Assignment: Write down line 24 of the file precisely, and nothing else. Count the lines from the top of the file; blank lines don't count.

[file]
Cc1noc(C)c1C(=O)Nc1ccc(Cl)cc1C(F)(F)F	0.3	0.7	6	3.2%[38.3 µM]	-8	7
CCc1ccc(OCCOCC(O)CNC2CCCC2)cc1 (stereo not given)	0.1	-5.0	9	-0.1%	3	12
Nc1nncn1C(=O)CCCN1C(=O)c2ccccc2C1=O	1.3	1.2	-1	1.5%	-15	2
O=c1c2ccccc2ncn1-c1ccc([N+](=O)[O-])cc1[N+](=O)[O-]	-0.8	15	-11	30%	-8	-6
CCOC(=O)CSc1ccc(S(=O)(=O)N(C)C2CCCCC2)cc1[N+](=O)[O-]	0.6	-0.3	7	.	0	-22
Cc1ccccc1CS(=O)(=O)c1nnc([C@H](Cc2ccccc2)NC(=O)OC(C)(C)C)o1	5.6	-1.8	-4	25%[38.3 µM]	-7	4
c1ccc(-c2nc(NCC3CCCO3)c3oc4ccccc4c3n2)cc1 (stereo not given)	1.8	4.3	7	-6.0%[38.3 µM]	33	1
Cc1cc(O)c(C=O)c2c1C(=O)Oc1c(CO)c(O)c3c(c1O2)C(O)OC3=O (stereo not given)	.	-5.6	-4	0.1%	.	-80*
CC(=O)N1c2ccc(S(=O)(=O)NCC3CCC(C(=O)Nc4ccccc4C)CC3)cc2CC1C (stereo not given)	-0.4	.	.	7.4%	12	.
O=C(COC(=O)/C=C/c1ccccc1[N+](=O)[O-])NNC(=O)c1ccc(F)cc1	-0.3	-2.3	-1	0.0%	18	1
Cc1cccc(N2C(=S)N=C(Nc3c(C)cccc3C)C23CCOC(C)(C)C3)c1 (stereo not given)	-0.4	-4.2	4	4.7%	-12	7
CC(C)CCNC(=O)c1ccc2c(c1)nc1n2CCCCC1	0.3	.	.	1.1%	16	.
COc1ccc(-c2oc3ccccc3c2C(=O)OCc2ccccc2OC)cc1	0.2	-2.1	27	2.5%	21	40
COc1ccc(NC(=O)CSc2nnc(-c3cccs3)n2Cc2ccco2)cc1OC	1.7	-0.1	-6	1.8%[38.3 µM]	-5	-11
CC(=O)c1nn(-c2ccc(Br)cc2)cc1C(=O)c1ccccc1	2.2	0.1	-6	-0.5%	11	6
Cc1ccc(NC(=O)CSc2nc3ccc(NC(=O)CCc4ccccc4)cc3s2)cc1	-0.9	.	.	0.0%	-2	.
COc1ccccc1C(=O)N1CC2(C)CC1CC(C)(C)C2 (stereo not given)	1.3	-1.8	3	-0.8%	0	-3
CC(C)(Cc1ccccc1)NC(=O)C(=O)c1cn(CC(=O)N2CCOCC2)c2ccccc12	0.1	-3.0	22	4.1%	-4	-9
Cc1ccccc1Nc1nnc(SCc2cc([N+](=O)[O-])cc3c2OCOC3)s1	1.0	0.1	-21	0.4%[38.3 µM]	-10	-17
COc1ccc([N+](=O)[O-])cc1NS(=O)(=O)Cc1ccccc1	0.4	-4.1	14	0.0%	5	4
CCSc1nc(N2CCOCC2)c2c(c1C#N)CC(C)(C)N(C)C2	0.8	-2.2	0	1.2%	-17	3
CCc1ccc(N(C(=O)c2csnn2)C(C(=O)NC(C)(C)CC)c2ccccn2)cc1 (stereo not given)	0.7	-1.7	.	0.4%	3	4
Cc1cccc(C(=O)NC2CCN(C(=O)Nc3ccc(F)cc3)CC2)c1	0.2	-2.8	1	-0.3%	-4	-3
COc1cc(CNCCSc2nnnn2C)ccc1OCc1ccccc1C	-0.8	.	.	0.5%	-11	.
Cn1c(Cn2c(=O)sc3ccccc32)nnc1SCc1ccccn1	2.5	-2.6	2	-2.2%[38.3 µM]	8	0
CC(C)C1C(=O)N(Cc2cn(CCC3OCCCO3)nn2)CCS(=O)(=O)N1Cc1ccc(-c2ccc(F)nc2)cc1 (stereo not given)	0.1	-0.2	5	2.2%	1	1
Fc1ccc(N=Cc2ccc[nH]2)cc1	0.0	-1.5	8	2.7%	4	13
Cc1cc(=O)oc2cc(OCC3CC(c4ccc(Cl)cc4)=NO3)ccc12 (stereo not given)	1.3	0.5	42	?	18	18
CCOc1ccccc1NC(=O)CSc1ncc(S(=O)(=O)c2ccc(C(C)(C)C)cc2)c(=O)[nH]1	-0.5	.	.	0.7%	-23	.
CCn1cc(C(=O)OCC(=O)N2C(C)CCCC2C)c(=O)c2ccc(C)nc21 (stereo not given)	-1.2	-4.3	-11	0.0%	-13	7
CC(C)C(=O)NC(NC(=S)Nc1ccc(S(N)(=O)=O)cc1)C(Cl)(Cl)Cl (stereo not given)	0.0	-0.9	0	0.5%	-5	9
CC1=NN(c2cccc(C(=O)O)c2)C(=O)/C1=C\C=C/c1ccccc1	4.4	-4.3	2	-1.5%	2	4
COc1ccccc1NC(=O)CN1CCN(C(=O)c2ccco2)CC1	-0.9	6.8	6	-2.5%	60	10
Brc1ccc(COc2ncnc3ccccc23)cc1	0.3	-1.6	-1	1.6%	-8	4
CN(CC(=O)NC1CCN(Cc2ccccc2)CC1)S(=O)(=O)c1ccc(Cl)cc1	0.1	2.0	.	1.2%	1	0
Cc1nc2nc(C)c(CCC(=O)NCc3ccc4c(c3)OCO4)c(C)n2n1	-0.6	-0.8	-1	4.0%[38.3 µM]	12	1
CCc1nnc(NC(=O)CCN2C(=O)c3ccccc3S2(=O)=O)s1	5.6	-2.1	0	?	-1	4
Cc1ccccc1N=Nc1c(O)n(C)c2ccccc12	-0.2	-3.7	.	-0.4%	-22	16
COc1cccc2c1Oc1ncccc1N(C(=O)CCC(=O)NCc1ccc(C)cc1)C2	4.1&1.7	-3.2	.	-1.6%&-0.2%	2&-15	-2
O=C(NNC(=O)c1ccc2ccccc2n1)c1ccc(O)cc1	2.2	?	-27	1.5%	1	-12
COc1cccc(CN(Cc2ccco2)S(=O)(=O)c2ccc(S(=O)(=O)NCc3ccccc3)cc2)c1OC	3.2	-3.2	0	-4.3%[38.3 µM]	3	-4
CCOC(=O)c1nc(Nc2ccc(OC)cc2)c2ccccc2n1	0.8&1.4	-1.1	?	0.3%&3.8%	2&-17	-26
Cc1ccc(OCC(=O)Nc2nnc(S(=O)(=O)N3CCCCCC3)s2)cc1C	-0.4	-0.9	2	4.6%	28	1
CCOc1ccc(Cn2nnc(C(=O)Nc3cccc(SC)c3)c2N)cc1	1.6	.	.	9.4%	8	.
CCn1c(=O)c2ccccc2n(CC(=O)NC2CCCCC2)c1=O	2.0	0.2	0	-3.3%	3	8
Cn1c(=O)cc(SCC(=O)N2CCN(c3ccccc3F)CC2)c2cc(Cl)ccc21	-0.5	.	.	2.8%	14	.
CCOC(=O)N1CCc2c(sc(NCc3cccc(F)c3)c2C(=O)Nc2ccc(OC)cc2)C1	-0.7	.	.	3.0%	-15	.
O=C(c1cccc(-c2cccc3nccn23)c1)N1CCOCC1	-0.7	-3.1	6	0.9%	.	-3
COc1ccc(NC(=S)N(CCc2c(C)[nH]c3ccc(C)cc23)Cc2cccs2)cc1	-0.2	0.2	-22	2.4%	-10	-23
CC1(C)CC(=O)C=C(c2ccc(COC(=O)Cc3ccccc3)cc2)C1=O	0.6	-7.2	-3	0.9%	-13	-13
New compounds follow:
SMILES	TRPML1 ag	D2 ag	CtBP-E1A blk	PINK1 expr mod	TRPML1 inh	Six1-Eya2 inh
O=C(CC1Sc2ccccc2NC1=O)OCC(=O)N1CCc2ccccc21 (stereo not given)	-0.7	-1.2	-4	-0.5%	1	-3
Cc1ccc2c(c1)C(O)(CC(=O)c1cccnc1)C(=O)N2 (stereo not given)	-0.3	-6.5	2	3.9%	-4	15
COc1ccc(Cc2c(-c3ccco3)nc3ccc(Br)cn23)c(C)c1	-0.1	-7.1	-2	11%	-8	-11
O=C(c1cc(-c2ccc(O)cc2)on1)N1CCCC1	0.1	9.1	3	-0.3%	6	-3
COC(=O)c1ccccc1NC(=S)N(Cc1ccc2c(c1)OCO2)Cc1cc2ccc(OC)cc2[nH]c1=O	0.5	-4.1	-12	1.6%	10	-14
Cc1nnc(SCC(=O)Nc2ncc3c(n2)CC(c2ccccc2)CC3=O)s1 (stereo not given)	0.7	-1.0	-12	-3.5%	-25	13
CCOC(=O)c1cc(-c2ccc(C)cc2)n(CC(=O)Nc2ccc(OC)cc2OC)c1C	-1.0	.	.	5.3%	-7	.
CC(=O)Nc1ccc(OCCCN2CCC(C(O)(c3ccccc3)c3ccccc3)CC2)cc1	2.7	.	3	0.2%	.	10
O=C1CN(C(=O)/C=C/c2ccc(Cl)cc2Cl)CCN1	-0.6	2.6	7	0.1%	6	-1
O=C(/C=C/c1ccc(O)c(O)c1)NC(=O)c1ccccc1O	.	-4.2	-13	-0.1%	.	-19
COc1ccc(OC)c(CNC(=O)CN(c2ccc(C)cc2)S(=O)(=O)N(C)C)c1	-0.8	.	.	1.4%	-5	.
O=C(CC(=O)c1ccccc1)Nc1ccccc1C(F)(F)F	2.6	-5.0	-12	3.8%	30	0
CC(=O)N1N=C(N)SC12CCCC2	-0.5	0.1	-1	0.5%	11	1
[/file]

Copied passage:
COc1cc(CNCCSc2nnnn2C)ccc1OCc1ccccc1C	-0.8	.	.	0.5%	-11	.